New PPP Loan Applications and IFR are Issued
(To Reflect Changes of the Paycheck Protection Program Flexibility Act of 2020)
In a June 5 article, we described changes, mostly to PPP loan forgiveness criteria, that were set in motion by H.R. 7010 – the Paycheck Protection Program Flexibility Act of 2020 (the “Flexibility Act”), noting that more guidance would be forthcoming. Some of that guidance arrived last night and today, consisting of the following:
- New borrower loan application – SBA Form 2483
- New lender loan application – SBA Form 2484
- Updates to existing Interim Final Rule (IFR)
Note that the two applications are not updated forgiveness applications. Instead, these are revised applications related to the request for the loan itself, relevant to prospective borrowers. (As noted in our June 5 article, funds are still available.) We expect updated forgiveness applications soon, which will be relevant to all PPP borrowers, old and new.
The significance of the IFR update primarily is that it clarifies a major point of confusion in the Flexibility Act’s wording. Specifically, as the Flexibility Act is written, it appears that borrowers who don’t spend 60% of loan proceeds on payroll are not eligible for any amount of forgiveness at all. This is in stark contrast to original CARES Act and related rules that simply applied a proportionate reduction in forgiveness if PPP loan proceeds were skewed too heavily away from payroll.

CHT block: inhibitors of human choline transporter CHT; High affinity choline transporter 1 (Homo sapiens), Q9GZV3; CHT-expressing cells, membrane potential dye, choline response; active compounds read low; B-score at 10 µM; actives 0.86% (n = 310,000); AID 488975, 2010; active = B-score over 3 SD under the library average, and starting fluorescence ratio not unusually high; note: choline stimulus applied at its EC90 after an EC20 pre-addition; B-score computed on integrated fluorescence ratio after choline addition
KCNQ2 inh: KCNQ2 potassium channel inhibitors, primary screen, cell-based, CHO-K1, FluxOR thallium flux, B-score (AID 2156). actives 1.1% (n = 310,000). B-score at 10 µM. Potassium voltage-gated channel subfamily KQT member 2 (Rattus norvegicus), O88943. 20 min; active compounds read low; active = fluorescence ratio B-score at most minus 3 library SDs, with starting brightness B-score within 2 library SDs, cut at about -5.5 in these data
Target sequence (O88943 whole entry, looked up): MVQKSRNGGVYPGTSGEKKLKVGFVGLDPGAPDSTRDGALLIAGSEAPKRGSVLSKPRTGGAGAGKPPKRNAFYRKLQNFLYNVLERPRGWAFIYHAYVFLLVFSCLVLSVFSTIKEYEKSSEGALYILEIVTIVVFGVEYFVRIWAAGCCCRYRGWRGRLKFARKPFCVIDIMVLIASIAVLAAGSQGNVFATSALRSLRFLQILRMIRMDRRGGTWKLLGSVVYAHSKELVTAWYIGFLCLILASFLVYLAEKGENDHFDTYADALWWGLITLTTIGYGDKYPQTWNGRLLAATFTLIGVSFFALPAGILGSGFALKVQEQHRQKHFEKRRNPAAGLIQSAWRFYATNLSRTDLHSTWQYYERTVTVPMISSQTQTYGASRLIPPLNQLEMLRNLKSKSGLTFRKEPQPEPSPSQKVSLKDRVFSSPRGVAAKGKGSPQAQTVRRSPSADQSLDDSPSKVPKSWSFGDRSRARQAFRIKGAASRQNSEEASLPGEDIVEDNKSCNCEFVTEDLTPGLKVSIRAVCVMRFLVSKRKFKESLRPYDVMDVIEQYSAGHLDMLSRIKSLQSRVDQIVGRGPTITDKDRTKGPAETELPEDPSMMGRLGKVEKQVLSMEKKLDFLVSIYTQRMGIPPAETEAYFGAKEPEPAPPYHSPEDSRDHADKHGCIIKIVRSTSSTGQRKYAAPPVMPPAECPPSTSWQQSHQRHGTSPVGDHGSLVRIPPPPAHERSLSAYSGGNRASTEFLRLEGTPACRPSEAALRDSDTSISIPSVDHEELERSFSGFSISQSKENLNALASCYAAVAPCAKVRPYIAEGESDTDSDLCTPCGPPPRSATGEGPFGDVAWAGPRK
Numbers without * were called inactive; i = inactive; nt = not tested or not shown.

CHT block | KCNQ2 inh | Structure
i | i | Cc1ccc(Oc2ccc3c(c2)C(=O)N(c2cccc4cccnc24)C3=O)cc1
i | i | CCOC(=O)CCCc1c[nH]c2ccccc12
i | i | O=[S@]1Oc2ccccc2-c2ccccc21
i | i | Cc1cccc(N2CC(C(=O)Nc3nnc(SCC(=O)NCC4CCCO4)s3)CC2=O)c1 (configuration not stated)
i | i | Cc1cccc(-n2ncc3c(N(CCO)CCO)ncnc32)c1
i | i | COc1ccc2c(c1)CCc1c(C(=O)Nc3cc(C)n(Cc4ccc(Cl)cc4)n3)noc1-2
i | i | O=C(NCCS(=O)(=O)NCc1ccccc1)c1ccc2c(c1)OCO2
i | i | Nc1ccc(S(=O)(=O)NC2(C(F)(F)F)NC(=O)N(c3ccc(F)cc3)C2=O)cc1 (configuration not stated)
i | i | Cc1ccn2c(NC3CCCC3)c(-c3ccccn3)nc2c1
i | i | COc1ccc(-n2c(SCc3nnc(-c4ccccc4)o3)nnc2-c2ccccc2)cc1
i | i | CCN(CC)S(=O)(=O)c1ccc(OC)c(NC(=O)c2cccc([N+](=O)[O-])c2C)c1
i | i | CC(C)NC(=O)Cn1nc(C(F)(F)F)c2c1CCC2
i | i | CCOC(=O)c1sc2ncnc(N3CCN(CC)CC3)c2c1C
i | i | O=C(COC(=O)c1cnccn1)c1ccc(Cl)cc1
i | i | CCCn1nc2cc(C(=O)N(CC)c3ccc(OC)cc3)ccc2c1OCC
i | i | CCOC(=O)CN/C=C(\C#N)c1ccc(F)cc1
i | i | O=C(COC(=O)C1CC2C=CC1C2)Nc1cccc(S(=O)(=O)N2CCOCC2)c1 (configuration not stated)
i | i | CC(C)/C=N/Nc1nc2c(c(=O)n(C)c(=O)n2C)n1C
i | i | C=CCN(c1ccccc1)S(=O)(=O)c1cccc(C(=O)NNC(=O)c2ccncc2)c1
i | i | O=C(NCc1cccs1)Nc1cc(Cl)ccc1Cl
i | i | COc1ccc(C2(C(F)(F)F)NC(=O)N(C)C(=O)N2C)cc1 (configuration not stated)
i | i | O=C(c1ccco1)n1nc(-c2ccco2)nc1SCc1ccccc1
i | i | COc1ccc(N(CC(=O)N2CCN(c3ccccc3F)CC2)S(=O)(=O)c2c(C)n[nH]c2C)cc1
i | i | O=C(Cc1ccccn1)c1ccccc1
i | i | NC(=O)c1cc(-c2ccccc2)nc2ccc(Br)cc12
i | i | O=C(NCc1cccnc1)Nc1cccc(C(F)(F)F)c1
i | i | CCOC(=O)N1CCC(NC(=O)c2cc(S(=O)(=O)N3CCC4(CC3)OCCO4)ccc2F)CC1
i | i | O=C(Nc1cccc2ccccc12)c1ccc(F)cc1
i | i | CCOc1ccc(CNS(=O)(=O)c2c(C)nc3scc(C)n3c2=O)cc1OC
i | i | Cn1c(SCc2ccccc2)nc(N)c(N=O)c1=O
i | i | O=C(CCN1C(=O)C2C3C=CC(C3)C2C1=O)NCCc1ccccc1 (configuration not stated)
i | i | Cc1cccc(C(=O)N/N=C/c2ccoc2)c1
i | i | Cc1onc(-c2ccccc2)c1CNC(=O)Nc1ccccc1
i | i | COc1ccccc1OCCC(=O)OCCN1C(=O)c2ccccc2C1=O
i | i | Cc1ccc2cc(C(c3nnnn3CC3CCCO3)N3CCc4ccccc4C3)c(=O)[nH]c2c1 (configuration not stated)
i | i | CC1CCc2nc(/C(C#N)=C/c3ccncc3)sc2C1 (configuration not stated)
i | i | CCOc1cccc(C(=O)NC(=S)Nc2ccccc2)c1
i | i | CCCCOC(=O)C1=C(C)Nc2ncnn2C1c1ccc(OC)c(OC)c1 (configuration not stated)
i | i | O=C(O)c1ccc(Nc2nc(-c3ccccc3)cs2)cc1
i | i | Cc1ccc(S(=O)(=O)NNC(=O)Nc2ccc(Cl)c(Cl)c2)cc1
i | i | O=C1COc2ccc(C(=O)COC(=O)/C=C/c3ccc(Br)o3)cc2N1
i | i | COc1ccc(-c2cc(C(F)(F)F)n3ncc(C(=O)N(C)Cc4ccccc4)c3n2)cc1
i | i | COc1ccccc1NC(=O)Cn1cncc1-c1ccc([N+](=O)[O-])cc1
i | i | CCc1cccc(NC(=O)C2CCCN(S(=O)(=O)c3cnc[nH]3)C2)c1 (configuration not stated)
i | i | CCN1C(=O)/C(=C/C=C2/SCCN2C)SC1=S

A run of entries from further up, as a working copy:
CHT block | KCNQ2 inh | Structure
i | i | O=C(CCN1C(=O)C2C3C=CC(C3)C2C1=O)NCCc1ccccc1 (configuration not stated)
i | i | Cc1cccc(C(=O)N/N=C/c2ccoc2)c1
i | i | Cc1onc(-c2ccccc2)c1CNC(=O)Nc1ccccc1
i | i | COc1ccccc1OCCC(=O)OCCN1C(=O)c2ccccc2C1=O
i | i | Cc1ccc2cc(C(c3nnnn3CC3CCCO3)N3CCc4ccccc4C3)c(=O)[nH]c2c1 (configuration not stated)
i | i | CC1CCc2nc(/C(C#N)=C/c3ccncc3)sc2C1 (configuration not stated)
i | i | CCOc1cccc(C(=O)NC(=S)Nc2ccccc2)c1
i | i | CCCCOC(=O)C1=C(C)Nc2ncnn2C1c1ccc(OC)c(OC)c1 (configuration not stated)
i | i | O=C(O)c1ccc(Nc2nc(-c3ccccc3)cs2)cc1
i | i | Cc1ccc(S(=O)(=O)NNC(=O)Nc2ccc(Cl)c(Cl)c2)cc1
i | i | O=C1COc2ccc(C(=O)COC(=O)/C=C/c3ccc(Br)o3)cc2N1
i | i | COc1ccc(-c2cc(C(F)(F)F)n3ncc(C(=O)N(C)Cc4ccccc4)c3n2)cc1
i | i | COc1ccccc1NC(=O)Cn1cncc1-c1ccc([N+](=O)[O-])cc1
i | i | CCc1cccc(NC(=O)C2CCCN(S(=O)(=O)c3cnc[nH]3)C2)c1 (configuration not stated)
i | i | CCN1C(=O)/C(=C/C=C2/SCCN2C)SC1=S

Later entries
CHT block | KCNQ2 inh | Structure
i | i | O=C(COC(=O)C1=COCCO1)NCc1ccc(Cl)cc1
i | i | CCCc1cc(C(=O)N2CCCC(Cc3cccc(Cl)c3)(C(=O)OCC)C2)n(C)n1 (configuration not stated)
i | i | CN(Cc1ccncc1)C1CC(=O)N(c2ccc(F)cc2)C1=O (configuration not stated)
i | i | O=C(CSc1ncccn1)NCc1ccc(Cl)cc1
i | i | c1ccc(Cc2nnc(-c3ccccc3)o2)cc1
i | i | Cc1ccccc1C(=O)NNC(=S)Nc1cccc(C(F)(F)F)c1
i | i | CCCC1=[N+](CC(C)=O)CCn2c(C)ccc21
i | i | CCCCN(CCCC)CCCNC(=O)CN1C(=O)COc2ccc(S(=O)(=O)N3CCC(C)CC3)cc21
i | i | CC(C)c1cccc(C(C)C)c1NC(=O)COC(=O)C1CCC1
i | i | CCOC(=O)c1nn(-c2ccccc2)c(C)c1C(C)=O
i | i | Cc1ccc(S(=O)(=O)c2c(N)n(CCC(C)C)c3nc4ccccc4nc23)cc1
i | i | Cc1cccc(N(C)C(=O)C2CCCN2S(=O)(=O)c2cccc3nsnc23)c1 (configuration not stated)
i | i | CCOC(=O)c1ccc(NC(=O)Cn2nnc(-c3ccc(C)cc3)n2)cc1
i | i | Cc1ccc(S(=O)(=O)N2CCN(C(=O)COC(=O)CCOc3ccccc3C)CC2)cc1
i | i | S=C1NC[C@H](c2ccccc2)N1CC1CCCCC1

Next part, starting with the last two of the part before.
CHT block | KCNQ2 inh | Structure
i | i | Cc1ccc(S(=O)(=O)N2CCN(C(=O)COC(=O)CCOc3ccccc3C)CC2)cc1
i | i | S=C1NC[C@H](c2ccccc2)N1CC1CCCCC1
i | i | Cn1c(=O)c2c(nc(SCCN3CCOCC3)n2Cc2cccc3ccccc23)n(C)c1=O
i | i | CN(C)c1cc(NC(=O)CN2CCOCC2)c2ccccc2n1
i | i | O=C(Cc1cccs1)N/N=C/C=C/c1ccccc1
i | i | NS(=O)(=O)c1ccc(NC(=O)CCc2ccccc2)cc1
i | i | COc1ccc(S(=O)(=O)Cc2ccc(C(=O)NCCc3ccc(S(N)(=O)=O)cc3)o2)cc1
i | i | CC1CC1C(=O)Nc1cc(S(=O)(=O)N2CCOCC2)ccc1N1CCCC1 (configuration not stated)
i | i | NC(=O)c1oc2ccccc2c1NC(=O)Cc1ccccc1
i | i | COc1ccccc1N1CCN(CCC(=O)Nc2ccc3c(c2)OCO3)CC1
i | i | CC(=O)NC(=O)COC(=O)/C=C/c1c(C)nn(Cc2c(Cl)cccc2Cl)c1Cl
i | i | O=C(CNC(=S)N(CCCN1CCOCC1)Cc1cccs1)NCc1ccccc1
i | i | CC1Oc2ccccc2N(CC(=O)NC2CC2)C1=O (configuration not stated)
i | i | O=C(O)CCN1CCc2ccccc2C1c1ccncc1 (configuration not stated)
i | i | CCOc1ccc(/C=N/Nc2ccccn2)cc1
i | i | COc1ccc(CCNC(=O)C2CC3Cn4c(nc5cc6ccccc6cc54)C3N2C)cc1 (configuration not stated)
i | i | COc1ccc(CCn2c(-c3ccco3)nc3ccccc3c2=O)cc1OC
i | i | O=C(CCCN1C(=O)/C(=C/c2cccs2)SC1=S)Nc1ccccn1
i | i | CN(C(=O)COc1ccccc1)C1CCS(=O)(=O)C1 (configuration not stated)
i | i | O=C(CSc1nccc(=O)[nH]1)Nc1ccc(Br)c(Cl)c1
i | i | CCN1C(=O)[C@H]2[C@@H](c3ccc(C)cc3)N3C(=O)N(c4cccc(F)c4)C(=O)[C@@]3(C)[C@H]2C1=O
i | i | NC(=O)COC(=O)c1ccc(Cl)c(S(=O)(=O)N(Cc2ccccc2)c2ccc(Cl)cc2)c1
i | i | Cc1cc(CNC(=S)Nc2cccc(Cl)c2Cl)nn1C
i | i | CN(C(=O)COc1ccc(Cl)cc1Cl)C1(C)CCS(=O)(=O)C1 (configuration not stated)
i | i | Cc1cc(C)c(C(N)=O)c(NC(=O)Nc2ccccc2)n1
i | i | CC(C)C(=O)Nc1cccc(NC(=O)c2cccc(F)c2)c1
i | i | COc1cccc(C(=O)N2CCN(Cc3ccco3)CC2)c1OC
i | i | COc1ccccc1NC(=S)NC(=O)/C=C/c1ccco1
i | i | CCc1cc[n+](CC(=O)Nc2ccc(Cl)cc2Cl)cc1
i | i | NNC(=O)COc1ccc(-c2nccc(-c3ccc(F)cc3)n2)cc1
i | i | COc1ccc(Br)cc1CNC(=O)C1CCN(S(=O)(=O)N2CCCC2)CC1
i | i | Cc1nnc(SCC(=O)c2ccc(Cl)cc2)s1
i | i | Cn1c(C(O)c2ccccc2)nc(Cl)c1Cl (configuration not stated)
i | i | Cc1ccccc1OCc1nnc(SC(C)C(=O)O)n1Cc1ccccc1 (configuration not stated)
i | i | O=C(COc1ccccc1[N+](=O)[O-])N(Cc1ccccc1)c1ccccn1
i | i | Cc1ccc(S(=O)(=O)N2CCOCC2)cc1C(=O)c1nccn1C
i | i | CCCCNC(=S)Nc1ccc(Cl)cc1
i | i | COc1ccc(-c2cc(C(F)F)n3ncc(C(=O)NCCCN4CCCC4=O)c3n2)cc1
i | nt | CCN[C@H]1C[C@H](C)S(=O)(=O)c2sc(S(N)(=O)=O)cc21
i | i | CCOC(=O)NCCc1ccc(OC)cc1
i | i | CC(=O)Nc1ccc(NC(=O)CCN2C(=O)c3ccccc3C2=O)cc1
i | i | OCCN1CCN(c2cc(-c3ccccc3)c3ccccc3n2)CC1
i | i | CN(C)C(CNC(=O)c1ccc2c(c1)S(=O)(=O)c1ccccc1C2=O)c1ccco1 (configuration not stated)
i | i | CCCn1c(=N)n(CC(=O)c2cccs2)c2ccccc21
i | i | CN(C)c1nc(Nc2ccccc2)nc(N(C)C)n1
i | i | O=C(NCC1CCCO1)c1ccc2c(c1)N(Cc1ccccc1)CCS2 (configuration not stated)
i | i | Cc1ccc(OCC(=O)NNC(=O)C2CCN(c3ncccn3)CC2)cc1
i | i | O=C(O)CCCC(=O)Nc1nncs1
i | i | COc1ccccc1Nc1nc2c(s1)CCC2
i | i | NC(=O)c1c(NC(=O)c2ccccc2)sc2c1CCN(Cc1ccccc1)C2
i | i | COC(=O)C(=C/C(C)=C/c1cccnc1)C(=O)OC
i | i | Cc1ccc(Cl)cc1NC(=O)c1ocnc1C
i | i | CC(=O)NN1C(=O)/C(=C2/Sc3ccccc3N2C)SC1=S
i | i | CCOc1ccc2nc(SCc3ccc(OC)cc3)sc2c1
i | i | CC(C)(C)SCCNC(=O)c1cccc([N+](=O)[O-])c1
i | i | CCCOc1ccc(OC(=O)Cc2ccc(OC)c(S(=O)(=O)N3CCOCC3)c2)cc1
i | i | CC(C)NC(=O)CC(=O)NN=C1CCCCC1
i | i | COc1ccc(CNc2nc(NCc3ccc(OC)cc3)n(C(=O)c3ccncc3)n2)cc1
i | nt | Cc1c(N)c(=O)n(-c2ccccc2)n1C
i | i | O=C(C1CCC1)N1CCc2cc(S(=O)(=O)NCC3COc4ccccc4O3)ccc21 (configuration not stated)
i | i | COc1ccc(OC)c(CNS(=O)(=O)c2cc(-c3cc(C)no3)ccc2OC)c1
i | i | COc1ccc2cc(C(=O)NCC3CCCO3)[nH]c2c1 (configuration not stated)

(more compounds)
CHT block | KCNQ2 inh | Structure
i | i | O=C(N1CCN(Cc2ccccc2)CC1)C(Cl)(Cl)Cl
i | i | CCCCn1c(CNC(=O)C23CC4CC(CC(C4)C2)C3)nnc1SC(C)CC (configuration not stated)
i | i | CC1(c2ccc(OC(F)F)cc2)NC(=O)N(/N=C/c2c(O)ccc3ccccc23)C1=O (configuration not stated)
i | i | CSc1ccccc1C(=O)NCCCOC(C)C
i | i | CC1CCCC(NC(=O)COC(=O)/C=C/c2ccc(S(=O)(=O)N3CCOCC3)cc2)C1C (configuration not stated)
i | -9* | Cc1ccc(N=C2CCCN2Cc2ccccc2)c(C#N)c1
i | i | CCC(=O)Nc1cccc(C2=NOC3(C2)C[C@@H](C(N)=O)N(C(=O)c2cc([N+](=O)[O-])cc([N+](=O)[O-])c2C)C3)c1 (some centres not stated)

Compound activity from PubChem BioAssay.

The updated IFR makes it clear that the all or nothing “cliff” implied by the Flexibility Act was unintended, and that the consequences for not meeting the 60% payroll threshold will remain to be partial (and logical) forgiveness reduction.
We will continue to provide further updates when new forgiveness applications or additional relevant guidance are made available.
For more information or a discussion on how this may impact you, please contact your BNN advisor at 800.244.7444.
Disclaimer of Liability: This publication is intended to provide general information to our clients and friends. It does not constitute accounting, tax, investment, or legal advice; nor is it intended to convey a thorough treatment of the subject matter.